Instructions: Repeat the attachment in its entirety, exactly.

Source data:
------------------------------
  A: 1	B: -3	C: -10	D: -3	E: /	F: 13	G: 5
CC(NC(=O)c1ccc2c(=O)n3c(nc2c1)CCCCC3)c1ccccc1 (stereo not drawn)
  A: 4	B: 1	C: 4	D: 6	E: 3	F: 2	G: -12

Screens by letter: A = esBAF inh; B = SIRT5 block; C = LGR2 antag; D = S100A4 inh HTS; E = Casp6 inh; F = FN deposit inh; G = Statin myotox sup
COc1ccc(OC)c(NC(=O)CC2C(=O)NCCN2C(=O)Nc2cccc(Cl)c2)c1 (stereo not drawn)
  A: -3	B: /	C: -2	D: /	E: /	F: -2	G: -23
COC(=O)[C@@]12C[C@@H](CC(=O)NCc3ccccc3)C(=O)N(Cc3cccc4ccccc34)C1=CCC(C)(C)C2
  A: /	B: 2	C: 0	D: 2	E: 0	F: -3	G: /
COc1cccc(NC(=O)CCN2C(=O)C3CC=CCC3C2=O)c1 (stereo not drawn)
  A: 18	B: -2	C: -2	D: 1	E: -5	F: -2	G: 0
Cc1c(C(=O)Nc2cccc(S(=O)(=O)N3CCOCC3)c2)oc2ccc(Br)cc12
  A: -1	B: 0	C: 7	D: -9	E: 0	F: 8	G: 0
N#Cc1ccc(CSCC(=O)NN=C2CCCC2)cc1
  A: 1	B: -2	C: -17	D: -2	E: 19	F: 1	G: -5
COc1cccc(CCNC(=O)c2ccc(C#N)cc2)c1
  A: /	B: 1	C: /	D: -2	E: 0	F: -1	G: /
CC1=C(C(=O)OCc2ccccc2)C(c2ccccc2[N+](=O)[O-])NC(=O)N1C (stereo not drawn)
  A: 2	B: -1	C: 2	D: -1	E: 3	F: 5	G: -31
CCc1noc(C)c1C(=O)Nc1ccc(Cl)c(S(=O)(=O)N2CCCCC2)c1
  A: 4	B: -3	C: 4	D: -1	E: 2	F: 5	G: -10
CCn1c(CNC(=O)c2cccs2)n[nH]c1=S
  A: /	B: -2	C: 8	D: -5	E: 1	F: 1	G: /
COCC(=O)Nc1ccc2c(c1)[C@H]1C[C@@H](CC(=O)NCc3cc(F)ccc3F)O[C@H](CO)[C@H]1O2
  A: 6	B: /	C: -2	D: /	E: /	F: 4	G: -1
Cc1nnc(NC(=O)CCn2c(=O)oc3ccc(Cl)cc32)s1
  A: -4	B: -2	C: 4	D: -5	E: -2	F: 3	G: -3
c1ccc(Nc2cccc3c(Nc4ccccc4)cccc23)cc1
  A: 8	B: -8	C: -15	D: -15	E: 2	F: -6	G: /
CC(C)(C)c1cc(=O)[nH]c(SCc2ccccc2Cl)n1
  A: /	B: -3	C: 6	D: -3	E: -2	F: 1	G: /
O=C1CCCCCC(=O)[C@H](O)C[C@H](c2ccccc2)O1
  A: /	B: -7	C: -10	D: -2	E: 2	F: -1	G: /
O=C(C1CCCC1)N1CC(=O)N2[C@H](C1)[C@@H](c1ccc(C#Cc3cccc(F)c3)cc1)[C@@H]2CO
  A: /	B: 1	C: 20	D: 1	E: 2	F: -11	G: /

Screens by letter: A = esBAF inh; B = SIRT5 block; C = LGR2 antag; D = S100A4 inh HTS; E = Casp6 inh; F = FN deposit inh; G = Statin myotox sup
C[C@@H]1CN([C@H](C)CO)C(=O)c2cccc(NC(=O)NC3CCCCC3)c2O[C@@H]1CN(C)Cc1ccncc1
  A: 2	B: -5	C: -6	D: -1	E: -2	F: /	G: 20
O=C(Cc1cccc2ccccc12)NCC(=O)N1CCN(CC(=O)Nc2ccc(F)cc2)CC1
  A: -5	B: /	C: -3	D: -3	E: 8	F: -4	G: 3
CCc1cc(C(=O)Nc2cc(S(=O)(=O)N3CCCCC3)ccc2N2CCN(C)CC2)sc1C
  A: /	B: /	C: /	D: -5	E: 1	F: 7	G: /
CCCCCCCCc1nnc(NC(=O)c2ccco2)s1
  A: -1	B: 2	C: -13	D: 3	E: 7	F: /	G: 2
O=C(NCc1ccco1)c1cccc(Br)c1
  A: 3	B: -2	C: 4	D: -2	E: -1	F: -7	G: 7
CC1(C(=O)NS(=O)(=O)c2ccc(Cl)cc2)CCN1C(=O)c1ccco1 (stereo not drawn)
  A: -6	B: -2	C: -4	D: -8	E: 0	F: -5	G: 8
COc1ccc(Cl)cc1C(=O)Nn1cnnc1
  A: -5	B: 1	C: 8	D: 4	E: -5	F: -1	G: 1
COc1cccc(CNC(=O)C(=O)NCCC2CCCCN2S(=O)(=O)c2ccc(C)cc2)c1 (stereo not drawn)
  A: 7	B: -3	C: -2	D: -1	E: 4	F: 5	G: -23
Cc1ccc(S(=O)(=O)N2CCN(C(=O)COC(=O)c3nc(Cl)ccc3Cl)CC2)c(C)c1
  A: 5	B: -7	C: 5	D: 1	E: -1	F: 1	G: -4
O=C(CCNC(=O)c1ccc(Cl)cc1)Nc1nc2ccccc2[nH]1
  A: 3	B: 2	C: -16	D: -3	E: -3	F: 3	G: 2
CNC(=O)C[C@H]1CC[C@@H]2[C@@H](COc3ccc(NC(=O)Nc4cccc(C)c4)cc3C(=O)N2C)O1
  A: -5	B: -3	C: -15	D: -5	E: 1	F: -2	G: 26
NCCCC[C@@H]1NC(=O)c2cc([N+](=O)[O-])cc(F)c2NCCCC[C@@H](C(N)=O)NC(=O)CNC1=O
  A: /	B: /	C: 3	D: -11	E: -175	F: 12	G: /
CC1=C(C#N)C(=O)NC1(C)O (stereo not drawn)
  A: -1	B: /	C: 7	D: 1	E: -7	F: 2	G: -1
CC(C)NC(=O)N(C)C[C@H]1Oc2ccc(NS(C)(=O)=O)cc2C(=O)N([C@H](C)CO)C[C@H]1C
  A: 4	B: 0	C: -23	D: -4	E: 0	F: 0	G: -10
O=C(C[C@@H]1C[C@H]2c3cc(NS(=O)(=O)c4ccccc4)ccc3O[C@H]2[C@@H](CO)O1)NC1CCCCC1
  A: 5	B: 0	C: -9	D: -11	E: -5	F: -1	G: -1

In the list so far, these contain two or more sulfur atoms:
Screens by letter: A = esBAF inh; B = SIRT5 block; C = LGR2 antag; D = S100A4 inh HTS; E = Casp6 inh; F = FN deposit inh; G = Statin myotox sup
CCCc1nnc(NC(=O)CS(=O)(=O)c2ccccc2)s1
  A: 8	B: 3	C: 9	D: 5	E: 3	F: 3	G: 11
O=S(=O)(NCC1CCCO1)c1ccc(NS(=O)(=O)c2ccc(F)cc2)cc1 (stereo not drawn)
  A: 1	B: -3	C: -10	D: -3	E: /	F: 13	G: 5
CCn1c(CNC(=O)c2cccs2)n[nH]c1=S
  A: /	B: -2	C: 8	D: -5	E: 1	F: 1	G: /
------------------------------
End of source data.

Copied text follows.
  A: 1	B: -3	C: -10	D: -3	E: /	F: 13	G: 5
CC(NC(=O)c1ccc2c(=O)n3c(nc2c1)CCCCC3)c1ccccc1 (stereo not drawn)
  A: 4	B: 1	C: 4	D: 6	E: 3	F: 2	G: -12

Screens by letter: A = esBAF inh; B = SIRT5 block; C = LGR2 antag; D = S100A4 inh HTS; E = Casp6 inh; F = FN deposit inh; G = Statin myotox sup
COc1ccc(OC)c(NC(=O)CC2C(=O)NCCN2C(=O)Nc2cccc(Cl)c2)c1 (stereo not drawn)
  A: -3	B: /	C: -2	D: /	E: /	F: -2	G: -23
COC(=O)[C@@]12C[C@@H](CC(=O)NCc3ccccc3)C(=O)N(Cc3cccc4ccccc34)C1=CCC(C)(C)C2
  A: /	B: 2	C: 0	D: 2	E: 0	F: -3	G: /
COc1cccc(NC(=O)CCN2C(=O)C3CC=CCC3C2=O)c1 (stereo not drawn)
  A: 18	B: -2	C: -2	D: 1	E: -5	F: -2	G: 0
Cc1c(C(=O)Nc2cccc(S(=O)(=O)N3CCOCC3)c2)oc2ccc(Br)cc12
  A: -1	B: 0	C: 7	D: -9	E: 0	F: 8	G: 0
N#Cc1ccc(CSCC(=O)NN=C2CCCC2)cc1
  A: 1	B: -2	C: -17	D: -2	E: 19	F: 1	G: -5
COc1cccc(CCNC(=O)c2ccc(C#N)cc2)c1
  A: /	B: 1	C: /	D: -2	E: 0	F: -1	G: /
CC1=C(C(=O)OCc2ccccc2)C(c2ccccc2[N+](=O)[O-])NC(=O)N1C (stereo not drawn)
  A: 2	B: -1	C: 2	D: -1	E: 3	F: 5	G: -31
CCc1noc(C)c1C(=O)Nc1ccc(Cl)c(S(=O)(=O)N2CCCCC2)c1
  A: 4	B: -3	C: 4	D: -1	E: 2	F: 5	G: -10
CCn1c(CNC(=O)c2cccs2)n[nH]c1=S
  A: /	B: -2	C: 8	D: -5	E: 1	F: 1	G: /
COCC(=O)Nc1ccc2c(c1)[C@H]1C[C@@H](CC(=O)NCc3cc(F)ccc3F)O[C@H](CO)[C@H]1O2
  A: 6	B: /	C: -2	D: /	E: /	F: 4	G: -1
Cc1nnc(NC(=O)CCn2c(=O)oc3ccc(Cl)cc32)s1
  A: -4	B: -2	C: 4	D: -5	E: -2	F: 3	G: -3
c1ccc(Nc2cccc3c(Nc4ccccc4)cccc23)cc1
  A: 8	B: -8	C: -15	D: -15	E: 2	F: -6	G: /
CC(C)(C)c1cc(=O)[nH]c(SCc2ccccc2Cl)n1
  A: /	B: -3	C: 6	D: -3	E: -2	F: 1	G: /
O=C1CCCCCC(=O)[C@H](O)C[C@H](c2ccccc2)O1
  A: /	B: -7	C: -10	D: -2	E: 2	F: -1	G: /
O=C(C1CCCC1)N1CC(=O)N2[C@H](C1)[C@@H](c1ccc(C#Cc3cccc(F)c3)cc1)[C@@H]2CO
  A: /	B: 1	C: 20	D: 1	E: 2	F: -11	G: /

Screens by letter: A = esBAF inh; B = SIRT5 block; C = LGR2 antag; D = S100A4 inh HTS; E = Casp6 inh; F = FN deposit inh; G = Statin myotox sup
C[C@@H]1CN([C@H](C)CO)C(=O)c2cccc(NC(=O)NC3CCCCC3)c2O[C@@H]1CN(C)Cc1ccncc1
  A: 2	B: -5	C: -6	D: -1	E: -2	F: /	G: 20
O=C(Cc1cccc2ccccc12)NCC(=O)N1CCN(CC(=O)Nc2ccc(F)cc2)CC1
  A: -5	B: /	C: -3	D: -3	E: 8	F: -4	G: 3
CCc1cc(C(=O)Nc2cc(S(=O)(=O)N3CCCCC3)ccc2N2CCN(C)CC2)sc1C
  A: /	B: /	C: /	D: -5	E: 1	F: 7	G: /
CCCCCCCCc1nnc(NC(=O)c2ccco2)s1
  A: -1	B: 2	C: -13	D: 3	E: 7	F: /	G: 2
O=C(NCc1ccco1)c1cccc(Br)c1
  A: 3	B: -2	C: 4	D: -2	E: -1	F: -7	G: 7
CC1(C(=O)NS(=O)(=O)c2ccc(Cl)cc2)CCN1C(=O)c1ccco1 (stereo not drawn)
  A: -6	B: -2	C: -4	D: -8	E: 0	F: -5	G: 8
COc1ccc(Cl)cc1C(=O)Nn1cnnc1
  A: -5	B: 1	C: 8	D: 4	E: -5	F: -1	G: 1
COc1cccc(CNC(=O)C(=O)NCCC2CCCCN2S(=O)(=O)c2ccc(C)cc2)c1 (stereo not drawn)
  A: 7	B: -3	C: -2	D: -1	E: 4	F: 5	G: -23
Cc1ccc(S(=O)(=O)N2CCN(C(=O)COC(=O)c3nc(Cl)ccc3Cl)CC2)c(C)c1
  A: 5	B: -7	C: 5	D: 1	E: -1	F: 1	G: -4
O=C(CCNC(=O)c1ccc(Cl)cc1)Nc1nc2ccccc2[nH]1
  A: 3	B: 2	C: -16	D: -3	E: -3	F: 3	G: 2
CNC(=O)C[C@H]1CC[C@@H]2[C@@H](COc3ccc(NC(=O)Nc4cccc(C)c4)cc3C(=O)N2C)O1
  A: -5	B: -3	C: -15	D: -5	E: 1	F: -2	G: 26
NCCCC[C@@H]1NC(=O)c2cc([N+](=O)[O-])cc(F)c2NCCCC[C@@H](C(N)=O)NC(=O)CNC1=O
  A: /	B: /	C: 3	D: -11	E: -175	F: 12	G: /
CC1=C(C#N)C(=O)NC1(C)O (stereo not drawn)
  A: -1	B: /	C: 7	D: 1	E: -7	F: 2	G: -1
CC(C)NC(=O)N(C)C[C@H]1Oc2ccc(NS(C)(=O)=O)cc2C(=O)N([C@H](C)CO)C[C@H]1C
  A: 4	B: 0	C: -23	D: -4	E: 0	F: 0	G: -10
O=C(C[C@@H]1C[C@H]2c3cc(NS(=O)(=O)c4ccccc4)ccc3O[C@H]2[C@@H](CO)O1)NC1CCCCC1
  A: 5	B: 0	C: -9	D: -11	E: -5	F: -1	G: -1

In the list so far, these contain two or more sulfur atoms:
Screens by letter: A = esBAF inh; B = SIRT5 block; C = LGR2 antag; D = S100A4 inh HTS; E = Casp6 inh; F = FN deposit inh; G = Statin myotox sup
CCCc1nnc(NC(=O)CS(=O)(=O)c2ccccc2)s1
  A: 8	B: 3	C: 9	D: 5	E: 3	F: 3	G: 11
O=S(=O)(NCC1CCCO1)c1ccc(NS(=O)(=O)c2ccc(F)cc2)cc1 (stereo not drawn)
  A: 1	B: -3	C: -10	D: -3	E: /	F: 13	G: 5
CCn1c(CNC(=O)c2cccs2)n[nH]c1=S
  A: /	B: -2	C: 8	D: -5	E: 1	F: 1	G: /